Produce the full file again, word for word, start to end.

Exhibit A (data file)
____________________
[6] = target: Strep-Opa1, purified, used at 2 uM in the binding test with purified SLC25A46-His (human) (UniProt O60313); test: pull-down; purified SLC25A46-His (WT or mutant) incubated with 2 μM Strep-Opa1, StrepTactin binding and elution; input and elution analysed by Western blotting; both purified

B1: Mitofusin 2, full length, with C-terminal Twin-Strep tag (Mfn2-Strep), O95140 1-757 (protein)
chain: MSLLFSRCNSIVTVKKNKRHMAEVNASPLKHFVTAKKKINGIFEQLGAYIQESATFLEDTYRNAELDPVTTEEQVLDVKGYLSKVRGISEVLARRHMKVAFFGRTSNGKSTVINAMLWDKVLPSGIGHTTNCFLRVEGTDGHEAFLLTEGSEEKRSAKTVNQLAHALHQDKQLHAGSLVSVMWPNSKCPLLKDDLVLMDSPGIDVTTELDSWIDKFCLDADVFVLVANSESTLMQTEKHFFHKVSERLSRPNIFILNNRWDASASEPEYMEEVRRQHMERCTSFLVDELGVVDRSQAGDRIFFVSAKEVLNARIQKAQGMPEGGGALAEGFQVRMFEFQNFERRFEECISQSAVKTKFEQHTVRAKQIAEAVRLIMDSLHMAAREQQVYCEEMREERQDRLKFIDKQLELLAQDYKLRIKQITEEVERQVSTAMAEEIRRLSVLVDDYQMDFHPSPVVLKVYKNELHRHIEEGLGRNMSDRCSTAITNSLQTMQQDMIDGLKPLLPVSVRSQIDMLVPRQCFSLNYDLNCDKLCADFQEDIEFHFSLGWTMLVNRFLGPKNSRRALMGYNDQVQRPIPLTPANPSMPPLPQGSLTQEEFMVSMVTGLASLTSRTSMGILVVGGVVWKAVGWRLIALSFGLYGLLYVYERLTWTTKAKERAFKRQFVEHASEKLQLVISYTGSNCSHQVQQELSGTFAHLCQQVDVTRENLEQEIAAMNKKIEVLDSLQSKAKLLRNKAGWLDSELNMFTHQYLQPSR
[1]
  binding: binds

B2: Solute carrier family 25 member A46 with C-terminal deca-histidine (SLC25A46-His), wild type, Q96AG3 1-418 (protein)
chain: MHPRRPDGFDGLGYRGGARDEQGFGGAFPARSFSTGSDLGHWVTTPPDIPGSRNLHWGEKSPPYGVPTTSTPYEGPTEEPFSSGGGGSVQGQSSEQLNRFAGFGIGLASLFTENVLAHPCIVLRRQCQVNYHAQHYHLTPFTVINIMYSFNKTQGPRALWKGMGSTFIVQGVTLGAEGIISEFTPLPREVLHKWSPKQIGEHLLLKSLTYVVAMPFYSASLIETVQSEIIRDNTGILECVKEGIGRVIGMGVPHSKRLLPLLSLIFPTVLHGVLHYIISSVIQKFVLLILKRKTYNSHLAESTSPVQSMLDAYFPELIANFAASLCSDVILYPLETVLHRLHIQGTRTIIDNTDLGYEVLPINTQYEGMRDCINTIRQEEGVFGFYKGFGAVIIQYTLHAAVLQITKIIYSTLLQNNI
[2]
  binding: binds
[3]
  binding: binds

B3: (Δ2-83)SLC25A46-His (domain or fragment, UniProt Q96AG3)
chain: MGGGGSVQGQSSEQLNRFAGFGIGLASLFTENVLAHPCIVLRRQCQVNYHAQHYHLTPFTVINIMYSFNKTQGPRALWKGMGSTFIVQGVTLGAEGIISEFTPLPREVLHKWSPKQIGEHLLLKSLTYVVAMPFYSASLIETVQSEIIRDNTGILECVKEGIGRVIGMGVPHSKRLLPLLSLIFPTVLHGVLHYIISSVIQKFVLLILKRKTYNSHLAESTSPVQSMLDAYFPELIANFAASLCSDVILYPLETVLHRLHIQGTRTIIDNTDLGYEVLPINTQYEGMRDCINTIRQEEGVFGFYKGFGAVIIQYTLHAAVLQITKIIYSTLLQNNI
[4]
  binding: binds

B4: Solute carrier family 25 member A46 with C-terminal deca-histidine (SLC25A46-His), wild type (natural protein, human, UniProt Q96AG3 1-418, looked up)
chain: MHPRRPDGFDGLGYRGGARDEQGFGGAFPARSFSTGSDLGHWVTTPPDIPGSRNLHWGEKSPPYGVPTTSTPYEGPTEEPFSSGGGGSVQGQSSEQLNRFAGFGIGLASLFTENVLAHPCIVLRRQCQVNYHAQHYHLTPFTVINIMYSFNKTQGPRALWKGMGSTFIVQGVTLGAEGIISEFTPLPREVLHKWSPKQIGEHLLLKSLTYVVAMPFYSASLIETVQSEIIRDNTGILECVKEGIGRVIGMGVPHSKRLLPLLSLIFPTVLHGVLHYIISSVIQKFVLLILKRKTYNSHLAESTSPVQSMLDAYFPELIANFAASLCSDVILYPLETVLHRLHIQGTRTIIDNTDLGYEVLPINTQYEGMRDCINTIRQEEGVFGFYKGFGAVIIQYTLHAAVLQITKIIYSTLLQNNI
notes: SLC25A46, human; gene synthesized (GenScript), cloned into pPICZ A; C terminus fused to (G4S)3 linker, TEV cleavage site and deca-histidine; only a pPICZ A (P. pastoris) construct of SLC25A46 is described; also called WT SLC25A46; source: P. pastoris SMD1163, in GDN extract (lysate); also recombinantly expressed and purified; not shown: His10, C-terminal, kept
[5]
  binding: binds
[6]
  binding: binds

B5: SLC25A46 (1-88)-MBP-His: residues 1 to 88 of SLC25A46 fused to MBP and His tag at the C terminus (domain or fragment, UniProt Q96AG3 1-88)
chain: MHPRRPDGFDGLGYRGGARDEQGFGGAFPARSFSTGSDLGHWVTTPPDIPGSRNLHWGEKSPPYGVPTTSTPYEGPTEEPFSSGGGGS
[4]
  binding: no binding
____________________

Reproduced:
[6] = target: Strep-Opa1, purified, used at 2 uM in the binding test with purified SLC25A46-His (human) (UniProt O60313); test: pull-down; purified SLC25A46-His (WT or mutant) incubated with 2 μM Strep-Opa1, StrepTactin binding and elution; input and elution analysed by Western blotting; both purified

B1: Mitofusin 2, full length, with C-terminal Twin-Strep tag (Mfn2-Strep), O95140 1-757 (protein)
chain: MSLLFSRCNSIVTVKKNKRHMAEVNASPLKHFVTAKKKINGIFEQLGAYIQESATFLEDTYRNAELDPVTTEEQVLDVKGYLSKVRGISEVLARRHMKVAFFGRTSNGKSTVINAMLWDKVLPSGIGHTTNCFLRVEGTDGHEAFLLTEGSEEKRSAKTVNQLAHALHQDKQLHAGSLVSVMWPNSKCPLLKDDLVLMDSPGIDVTTELDSWIDKFCLDADVFVLVANSESTLMQTEKHFFHKVSERLSRPNIFILNNRWDASASEPEYMEEVRRQHMERCTSFLVDELGVVDRSQAGDRIFFVSAKEVLNARIQKAQGMPEGGGALAEGFQVRMFEFQNFERRFEECISQSAVKTKFEQHTVRAKQIAEAVRLIMDSLHMAAREQQVYCEEMREERQDRLKFIDKQLELLAQDYKLRIKQITEEVERQVSTAMAEEIRRLSVLVDDYQMDFHPSPVVLKVYKNELHRHIEEGLGRNMSDRCSTAITNSLQTMQQDMIDGLKPLLPVSVRSQIDMLVPRQCFSLNYDLNCDKLCADFQEDIEFHFSLGWTMLVNRFLGPKNSRRALMGYNDQVQRPIPLTPANPSMPPLPQGSLTQEEFMVSMVTGLASLTSRTSMGILVVGGVVWKAVGWRLIALSFGLYGLLYVYERLTWTTKAKERAFKRQFVEHASEKLQLVISYTGSNCSHQVQQELSGTFAHLCQQVDVTRENLEQEIAAMNKKIEVLDSLQSKAKLLRNKAGWLDSELNMFTHQYLQPSR
[1]
  binding: binds

B2: Solute carrier family 25 member A46 with C-terminal deca-histidine (SLC25A46-His), wild type, Q96AG3 1-418 (protein)
chain: MHPRRPDGFDGLGYRGGARDEQGFGGAFPARSFSTGSDLGHWVTTPPDIPGSRNLHWGEKSPPYGVPTTSTPYEGPTEEPFSSGGGGSVQGQSSEQLNRFAGFGIGLASLFTENVLAHPCIVLRRQCQVNYHAQHYHLTPFTVINIMYSFNKTQGPRALWKGMGSTFIVQGVTLGAEGIISEFTPLPREVLHKWSPKQIGEHLLLKSLTYVVAMPFYSASLIETVQSEIIRDNTGILECVKEGIGRVIGMGVPHSKRLLPLLSLIFPTVLHGVLHYIISSVIQKFVLLILKRKTYNSHLAESTSPVQSMLDAYFPELIANFAASLCSDVILYPLETVLHRLHIQGTRTIIDNTDLGYEVLPINTQYEGMRDCINTIRQEEGVFGFYKGFGAVIIQYTLHAAVLQITKIIYSTLLQNNI
[2]
  binding: binds
[3]
  binding: binds

B3: (Δ2-83)SLC25A46-His (domain or fragment, UniProt Q96AG3)
chain: MGGGGSVQGQSSEQLNRFAGFGIGLASLFTENVLAHPCIVLRRQCQVNYHAQHYHLTPFTVINIMYSFNKTQGPRALWKGMGSTFIVQGVTLGAEGIISEFTPLPREVLHKWSPKQIGEHLLLKSLTYVVAMPFYSASLIETVQSEIIRDNTGILECVKEGIGRVIGMGVPHSKRLLPLLSLIFPTVLHGVLHYIISSVIQKFVLLILKRKTYNSHLAESTSPVQSMLDAYFPELIANFAASLCSDVILYPLETVLHRLHIQGTRTIIDNTDLGYEVLPINTQYEGMRDCINTIRQEEGVFGFYKGFGAVIIQYTLHAAVLQITKIIYSTLLQNNI
[4]
  binding: binds

B4: Solute carrier family 25 member A46 with C-terminal deca-histidine (SLC25A46-His), wild type (natural protein, human, UniProt Q96AG3 1-418, looked up)
chain: MHPRRPDGFDGLGYRGGARDEQGFGGAFPARSFSTGSDLGHWVTTPPDIPGSRNLHWGEKSPPYGVPTTSTPYEGPTEEPFSSGGGGSVQGQSSEQLNRFAGFGIGLASLFTENVLAHPCIVLRRQCQVNYHAQHYHLTPFTVINIMYSFNKTQGPRALWKGMGSTFIVQGVTLGAEGIISEFTPLPREVLHKWSPKQIGEHLLLKSLTYVVAMPFYSASLIETVQSEIIRDNTGILECVKEGIGRVIGMGVPHSKRLLPLLSLIFPTVLHGVLHYIISSVIQKFVLLILKRKTYNSHLAESTSPVQSMLDAYFPELIANFAASLCSDVILYPLETVLHRLHIQGTRTIIDNTDLGYEVLPINTQYEGMRDCINTIRQEEGVFGFYKGFGAVIIQYTLHAAVLQITKIIYSTLLQNNI
notes: SLC25A46, human; gene synthesized (GenScript), cloned into pPICZ A; C terminus fused to (G4S)3 linker, TEV cleavage site and deca-histidine; only a pPICZ A (P. pastoris) construct of SLC25A46 is described; also called WT SLC25A46; source: P. pastoris SMD1163, in GDN extract (lysate); also recombinantly expressed and purified; not shown: His10, C-terminal, kept
[5]
  binding: binds
[6]
  binding: binds

B5: SLC25A46 (1-88)-MBP-His: residues 1 to 88 of SLC25A46 fused to MBP and His tag at the C terminus (domain or fragment, UniProt Q96AG3 1-88)
chain: MHPRRPDGFDGLGYRGGARDEQGFGGAFPARSFSTGSDLGHWVTTPPDIPGSRNLHWGEKSPPYGVPTTSTPYEGPTEEPFSSGGGGS
[4]
  binding: no binding